Reports from emergency rooms treating victims of violence and statistics from the criminal justice system on violent crimes committed by drug users as well as epidemiological evidence and neurobiological data all link social stress and drug use. Furthermore, approximately 43% of cocaine addicts also meet the DSM-IV criteria for posttraumatic stress disorder and experience of symptoms associated with this disorder is often concurrent with increased cocaine use. Only specific types of social stress can promote drug abuse and each stressor activates discrete neurobiological mechanisms. However, the precise neural mechanisms responsible for this connection have yet to be determined. Therefore, deciphering this underlying neurocircuitry will contribute to the discovery of pharmacological therapies for the treatment of addiction. Corticotrophic releasing factor (CRF) is a neuropeptide that mediates adaptive and maladaptive responses to social stress. We focus on CRF receptor subtype 1 (CRF-R1), based on the growing evidence and our own preliminary data that implicate this system in the mechanisms of social stress escalation in drug abuse- related behavior. We utilize a well-established social defeat method to stress rats because it is an ethologically relevant stressor for the rat. Furthermore, social defeat has been shown to increase several different aspects of cocaine self-administration that are indicative of addiction-like behaviors in the rat. This proposal seeks to characterize the link between CRF, social stress and escalated cocaine self- administration at the behavioral level and proceed to the study of critical nodes at the level of neurocircuitry. Initially, we will utilize pharmacological agents to activate or inhibit CRF-R1 action in specific brain regions and test for effects on cocaine-induced behavior. We focus on subregions of the ventral tegmental area (VTA) as a most relevant anatomical site for the modulation of dopamine by CRF. Dopamine cells are located in the VTA and are most often implicated in abused substance abuse behaviors. Prior social defeat experiences cause subsequent increased dopamine release in brain regions specifically implicated in addiction. Therefore we also will determine if CRF-R1 agents acting in the VTA just prior to defeat stress can block or potentiate later cocaine-induced increases of dopamine in specific brain regions using in vivo microdialysis techniques. Social defeat stress also increases later cocaine self-administration behaviors. Therefore, we hypothesize that CRF- R1 antagonists infused directly into the VTA prior to each social defeat stress experience will prevent the escalation of cocaine self-administration. We investigate aspects of self-administration that have, in the past, contributed substantially to the development of pharmacological therapies for drug addiction. Importantly, the current proposal advances our understanding of the stress-CRF-cocaine link through its focus on the social dimension of stress. Furthermore, we focus on stress-escalated cocaine self-administration as a preferential target for CRF-R1 modulation specifically in the VTA dopamine cell body region.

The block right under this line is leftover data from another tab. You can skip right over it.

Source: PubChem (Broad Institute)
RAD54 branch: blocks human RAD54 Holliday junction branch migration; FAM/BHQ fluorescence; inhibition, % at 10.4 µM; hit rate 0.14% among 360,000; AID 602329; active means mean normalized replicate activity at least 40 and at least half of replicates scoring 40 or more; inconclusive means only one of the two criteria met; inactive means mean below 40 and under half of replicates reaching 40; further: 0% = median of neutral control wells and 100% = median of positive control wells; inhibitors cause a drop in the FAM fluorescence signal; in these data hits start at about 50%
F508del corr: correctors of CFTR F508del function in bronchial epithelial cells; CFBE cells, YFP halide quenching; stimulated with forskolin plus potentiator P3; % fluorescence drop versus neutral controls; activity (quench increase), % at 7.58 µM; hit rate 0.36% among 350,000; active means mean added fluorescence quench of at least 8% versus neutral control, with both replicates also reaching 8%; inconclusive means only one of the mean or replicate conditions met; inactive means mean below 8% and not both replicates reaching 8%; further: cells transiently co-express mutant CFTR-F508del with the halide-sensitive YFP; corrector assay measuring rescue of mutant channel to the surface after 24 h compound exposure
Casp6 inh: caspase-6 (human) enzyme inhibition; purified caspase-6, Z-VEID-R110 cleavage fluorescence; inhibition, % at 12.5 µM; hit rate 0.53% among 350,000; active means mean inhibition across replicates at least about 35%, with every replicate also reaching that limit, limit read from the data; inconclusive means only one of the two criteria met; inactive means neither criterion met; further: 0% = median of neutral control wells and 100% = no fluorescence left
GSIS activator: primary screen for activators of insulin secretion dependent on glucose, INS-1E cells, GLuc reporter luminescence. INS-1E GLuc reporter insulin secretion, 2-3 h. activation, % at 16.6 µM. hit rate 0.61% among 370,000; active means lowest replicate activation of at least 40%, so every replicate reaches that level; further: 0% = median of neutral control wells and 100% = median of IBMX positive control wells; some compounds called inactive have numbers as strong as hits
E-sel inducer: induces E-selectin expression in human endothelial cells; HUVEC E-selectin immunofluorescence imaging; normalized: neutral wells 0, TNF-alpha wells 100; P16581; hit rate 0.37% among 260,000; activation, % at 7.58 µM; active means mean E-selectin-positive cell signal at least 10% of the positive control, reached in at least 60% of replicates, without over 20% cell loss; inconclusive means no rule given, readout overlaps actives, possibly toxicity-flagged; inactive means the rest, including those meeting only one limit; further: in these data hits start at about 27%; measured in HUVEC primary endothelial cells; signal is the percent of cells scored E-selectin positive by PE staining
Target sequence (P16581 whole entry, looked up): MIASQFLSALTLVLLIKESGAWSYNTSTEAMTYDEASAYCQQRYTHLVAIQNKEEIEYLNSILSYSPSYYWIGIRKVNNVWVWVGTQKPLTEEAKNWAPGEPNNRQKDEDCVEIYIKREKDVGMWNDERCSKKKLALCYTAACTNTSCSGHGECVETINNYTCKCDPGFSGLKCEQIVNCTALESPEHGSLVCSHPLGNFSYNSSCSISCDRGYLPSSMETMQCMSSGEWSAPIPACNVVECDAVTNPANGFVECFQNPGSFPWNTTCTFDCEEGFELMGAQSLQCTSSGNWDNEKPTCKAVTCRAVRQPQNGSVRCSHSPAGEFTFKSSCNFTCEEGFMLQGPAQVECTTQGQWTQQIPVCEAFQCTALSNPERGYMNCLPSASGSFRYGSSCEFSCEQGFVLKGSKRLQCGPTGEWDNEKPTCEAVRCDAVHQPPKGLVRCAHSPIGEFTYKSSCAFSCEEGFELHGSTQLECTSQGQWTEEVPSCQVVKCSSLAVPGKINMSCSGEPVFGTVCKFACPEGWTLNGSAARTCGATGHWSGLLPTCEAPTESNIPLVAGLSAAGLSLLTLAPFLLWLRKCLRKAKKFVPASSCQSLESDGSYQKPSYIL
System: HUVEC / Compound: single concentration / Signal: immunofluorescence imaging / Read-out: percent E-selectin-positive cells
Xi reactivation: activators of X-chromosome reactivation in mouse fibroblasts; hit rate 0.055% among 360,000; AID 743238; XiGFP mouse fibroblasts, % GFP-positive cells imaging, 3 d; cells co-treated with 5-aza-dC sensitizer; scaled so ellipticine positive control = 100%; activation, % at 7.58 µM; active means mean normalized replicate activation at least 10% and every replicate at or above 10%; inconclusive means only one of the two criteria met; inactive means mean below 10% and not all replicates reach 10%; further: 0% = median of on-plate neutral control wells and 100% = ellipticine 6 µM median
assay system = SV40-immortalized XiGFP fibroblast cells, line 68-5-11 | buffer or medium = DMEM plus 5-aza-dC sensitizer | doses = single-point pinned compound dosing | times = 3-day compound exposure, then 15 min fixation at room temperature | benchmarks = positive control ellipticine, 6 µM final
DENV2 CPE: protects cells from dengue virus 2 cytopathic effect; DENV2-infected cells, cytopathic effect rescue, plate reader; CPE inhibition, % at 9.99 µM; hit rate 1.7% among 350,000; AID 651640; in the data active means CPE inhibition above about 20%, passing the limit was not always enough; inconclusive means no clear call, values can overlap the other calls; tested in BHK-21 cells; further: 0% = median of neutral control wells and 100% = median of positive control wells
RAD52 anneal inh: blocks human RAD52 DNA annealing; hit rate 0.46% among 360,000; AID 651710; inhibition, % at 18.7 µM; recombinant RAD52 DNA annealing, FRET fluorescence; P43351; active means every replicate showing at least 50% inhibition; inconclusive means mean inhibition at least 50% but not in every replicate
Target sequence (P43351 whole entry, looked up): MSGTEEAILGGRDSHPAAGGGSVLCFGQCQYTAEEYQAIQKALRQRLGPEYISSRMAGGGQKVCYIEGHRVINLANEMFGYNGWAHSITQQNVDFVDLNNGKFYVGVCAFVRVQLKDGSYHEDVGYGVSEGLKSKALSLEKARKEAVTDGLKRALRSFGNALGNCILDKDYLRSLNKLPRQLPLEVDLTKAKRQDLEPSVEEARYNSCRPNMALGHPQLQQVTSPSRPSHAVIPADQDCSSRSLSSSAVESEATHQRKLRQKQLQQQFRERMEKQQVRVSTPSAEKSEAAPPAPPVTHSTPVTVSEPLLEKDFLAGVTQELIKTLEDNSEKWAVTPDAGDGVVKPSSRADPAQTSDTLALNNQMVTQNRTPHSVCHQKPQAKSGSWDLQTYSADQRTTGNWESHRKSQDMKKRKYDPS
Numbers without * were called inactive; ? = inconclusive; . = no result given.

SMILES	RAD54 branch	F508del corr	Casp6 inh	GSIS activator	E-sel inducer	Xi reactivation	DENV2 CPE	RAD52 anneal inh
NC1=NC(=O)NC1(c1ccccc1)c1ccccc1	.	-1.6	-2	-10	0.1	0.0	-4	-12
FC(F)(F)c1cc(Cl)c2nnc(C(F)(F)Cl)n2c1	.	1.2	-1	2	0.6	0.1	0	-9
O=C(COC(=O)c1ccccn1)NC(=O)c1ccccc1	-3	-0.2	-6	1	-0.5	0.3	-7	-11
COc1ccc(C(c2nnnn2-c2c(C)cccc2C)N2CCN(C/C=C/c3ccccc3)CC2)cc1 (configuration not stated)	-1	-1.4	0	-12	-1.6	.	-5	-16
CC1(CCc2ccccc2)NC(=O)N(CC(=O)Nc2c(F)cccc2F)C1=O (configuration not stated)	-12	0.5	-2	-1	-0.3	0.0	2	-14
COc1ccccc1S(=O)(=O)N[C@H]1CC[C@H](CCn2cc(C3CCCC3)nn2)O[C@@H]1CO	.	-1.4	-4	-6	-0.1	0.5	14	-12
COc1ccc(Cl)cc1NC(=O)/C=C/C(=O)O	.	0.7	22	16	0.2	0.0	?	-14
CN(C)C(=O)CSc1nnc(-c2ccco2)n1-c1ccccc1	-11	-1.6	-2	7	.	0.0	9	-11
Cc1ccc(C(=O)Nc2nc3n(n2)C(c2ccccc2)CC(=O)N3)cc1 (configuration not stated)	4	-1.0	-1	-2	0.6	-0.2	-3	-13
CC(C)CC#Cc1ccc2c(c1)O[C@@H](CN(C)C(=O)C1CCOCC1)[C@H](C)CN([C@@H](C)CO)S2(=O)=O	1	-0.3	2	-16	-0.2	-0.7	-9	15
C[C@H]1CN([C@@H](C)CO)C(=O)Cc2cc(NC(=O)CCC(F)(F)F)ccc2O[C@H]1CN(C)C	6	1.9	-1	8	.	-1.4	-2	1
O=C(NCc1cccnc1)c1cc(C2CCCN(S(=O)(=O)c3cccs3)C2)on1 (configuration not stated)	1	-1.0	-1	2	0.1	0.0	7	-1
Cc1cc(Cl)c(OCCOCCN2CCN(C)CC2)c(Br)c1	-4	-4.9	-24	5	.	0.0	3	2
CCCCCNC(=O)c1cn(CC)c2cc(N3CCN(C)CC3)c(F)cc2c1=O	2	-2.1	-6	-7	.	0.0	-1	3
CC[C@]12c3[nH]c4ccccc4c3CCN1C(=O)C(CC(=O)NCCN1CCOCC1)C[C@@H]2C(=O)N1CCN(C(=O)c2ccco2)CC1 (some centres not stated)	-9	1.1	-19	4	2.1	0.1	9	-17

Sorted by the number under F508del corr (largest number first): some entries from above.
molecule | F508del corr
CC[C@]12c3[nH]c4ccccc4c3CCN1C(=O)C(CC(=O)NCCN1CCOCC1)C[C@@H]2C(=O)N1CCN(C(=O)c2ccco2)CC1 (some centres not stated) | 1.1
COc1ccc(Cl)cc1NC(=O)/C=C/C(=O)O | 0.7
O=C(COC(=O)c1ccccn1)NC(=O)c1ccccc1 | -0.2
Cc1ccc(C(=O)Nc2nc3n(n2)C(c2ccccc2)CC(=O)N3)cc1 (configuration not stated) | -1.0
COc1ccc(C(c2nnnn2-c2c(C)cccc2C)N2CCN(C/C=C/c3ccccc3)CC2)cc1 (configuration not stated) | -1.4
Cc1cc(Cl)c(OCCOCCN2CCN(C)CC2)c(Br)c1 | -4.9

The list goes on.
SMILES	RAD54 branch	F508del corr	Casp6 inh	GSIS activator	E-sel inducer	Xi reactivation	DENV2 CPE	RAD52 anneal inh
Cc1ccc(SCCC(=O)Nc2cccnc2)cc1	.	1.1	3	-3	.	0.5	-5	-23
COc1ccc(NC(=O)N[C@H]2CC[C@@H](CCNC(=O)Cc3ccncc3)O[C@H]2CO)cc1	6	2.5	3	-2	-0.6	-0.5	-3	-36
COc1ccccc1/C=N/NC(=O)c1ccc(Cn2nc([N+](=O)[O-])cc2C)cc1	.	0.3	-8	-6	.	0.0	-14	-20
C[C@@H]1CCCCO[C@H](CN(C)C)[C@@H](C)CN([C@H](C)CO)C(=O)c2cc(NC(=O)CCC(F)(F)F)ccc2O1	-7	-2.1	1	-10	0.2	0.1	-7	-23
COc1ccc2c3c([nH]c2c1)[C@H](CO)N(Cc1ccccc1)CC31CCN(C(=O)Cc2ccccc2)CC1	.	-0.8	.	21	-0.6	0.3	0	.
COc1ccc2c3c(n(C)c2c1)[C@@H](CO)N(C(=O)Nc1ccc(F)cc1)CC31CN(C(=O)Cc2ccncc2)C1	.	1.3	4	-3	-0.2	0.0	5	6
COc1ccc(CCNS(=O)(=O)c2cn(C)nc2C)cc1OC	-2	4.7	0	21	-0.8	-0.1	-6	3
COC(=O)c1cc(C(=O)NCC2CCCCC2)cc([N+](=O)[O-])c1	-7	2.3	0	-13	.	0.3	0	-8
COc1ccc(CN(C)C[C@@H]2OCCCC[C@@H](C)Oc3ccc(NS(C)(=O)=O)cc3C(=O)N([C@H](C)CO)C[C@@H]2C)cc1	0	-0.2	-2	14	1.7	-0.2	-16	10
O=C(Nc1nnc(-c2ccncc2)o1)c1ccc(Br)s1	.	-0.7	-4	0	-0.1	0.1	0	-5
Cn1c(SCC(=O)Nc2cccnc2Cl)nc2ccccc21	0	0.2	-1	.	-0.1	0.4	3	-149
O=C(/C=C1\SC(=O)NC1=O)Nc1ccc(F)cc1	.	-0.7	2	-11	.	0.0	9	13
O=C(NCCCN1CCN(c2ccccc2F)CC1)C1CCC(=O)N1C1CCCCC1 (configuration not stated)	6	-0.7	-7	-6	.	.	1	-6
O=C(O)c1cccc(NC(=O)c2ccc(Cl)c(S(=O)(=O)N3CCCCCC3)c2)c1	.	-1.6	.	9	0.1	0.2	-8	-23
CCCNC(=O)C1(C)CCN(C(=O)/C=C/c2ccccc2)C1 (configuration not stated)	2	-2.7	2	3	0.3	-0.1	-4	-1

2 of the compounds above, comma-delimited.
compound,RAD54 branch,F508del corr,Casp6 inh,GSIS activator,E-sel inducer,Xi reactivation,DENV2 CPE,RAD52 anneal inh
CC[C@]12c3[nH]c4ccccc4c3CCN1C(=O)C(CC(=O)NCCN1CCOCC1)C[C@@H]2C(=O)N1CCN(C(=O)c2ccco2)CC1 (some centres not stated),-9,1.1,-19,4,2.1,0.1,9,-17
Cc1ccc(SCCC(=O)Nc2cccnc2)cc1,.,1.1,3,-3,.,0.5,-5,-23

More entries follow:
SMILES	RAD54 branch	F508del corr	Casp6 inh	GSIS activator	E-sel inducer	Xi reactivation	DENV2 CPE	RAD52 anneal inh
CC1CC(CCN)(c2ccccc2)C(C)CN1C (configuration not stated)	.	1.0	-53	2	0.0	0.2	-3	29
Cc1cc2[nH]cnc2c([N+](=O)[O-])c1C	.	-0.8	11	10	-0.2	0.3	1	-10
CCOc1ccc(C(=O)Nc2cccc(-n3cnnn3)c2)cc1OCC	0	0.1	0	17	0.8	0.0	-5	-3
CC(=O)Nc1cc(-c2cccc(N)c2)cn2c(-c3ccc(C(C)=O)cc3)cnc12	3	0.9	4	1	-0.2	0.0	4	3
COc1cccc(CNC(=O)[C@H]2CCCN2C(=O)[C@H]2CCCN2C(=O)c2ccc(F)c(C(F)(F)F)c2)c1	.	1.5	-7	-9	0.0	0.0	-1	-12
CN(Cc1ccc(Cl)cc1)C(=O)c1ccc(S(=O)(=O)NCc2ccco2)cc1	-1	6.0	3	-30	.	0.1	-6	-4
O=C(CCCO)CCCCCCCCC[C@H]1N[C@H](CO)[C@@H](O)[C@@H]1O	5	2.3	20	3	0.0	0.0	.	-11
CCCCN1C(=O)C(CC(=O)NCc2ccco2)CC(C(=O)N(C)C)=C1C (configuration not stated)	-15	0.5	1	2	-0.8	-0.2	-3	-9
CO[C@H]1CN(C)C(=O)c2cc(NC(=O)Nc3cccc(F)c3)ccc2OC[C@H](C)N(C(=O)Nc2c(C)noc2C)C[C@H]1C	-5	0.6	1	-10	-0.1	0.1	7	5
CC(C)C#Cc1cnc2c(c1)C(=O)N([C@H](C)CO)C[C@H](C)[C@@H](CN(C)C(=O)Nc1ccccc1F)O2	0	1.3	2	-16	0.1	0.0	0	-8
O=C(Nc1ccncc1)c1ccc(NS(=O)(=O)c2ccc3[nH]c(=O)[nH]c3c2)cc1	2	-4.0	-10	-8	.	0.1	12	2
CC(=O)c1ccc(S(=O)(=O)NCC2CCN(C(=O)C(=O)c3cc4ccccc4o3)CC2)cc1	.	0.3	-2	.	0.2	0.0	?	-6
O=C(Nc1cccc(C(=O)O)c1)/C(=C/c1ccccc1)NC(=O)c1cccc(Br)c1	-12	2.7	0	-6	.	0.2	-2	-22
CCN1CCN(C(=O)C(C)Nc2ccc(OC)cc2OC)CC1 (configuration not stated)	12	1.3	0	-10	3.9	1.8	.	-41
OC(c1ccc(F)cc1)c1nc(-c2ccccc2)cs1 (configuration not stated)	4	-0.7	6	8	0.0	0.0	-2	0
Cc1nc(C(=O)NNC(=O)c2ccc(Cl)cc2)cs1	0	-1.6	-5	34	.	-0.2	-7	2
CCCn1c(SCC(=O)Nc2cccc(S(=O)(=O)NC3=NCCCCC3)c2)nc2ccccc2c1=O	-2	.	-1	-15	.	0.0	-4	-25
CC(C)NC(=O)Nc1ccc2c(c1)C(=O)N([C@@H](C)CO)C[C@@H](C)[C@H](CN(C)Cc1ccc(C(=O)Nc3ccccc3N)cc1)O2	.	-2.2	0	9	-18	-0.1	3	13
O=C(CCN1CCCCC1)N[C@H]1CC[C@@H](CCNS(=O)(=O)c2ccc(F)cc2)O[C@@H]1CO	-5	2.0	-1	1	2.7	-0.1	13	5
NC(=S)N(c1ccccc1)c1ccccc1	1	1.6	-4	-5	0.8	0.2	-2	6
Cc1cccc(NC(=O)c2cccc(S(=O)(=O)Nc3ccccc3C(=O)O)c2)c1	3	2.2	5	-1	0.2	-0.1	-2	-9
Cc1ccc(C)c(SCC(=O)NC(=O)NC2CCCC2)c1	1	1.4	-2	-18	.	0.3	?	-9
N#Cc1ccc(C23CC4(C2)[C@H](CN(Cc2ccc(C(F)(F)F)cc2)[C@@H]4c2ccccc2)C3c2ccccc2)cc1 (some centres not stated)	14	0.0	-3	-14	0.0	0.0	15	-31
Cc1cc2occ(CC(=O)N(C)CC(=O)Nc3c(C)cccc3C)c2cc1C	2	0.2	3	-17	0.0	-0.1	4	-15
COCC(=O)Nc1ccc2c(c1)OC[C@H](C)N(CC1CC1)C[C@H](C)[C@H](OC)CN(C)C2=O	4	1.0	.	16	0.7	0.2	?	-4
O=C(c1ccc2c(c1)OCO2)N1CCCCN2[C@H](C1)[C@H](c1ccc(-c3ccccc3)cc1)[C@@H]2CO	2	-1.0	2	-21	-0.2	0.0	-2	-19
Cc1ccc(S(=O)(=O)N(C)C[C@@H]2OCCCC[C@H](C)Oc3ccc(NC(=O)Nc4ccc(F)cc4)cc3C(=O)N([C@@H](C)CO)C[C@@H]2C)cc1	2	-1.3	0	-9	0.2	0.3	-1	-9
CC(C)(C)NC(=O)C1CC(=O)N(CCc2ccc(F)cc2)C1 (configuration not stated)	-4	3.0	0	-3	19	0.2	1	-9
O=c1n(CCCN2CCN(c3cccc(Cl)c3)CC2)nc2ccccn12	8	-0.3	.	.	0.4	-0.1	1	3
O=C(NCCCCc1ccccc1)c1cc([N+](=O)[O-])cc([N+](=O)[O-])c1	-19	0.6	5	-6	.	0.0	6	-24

Public Health Relevance

The experiments proposed will give valuable insight into the brain mechanisms responsible for addiction. Stress is known to cause increased vulnerability to drug addiction, increased likelihood of beginning to take drugs again after a period of abstinence from the drug, and escalated intake of the drug during periods of intense drug taking or binges. At present, there are few, if any, pharmacologically available treatments for these characteristics of addiction and the proposed research will test the ability of certain pharmacological agents to reverse the effect that stress can have on uncontrollable drug intake.

National Institute of Health (NIH)
National Institute on Drug Abuse (NIDA)
Postdoctoral Individual National Research Service Award (F32)
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Special Emphasis Panel (ZRG1-F02A-J (20))
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Babecki, Beth
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Tufts University
Schools of Arts and Sciences
United States
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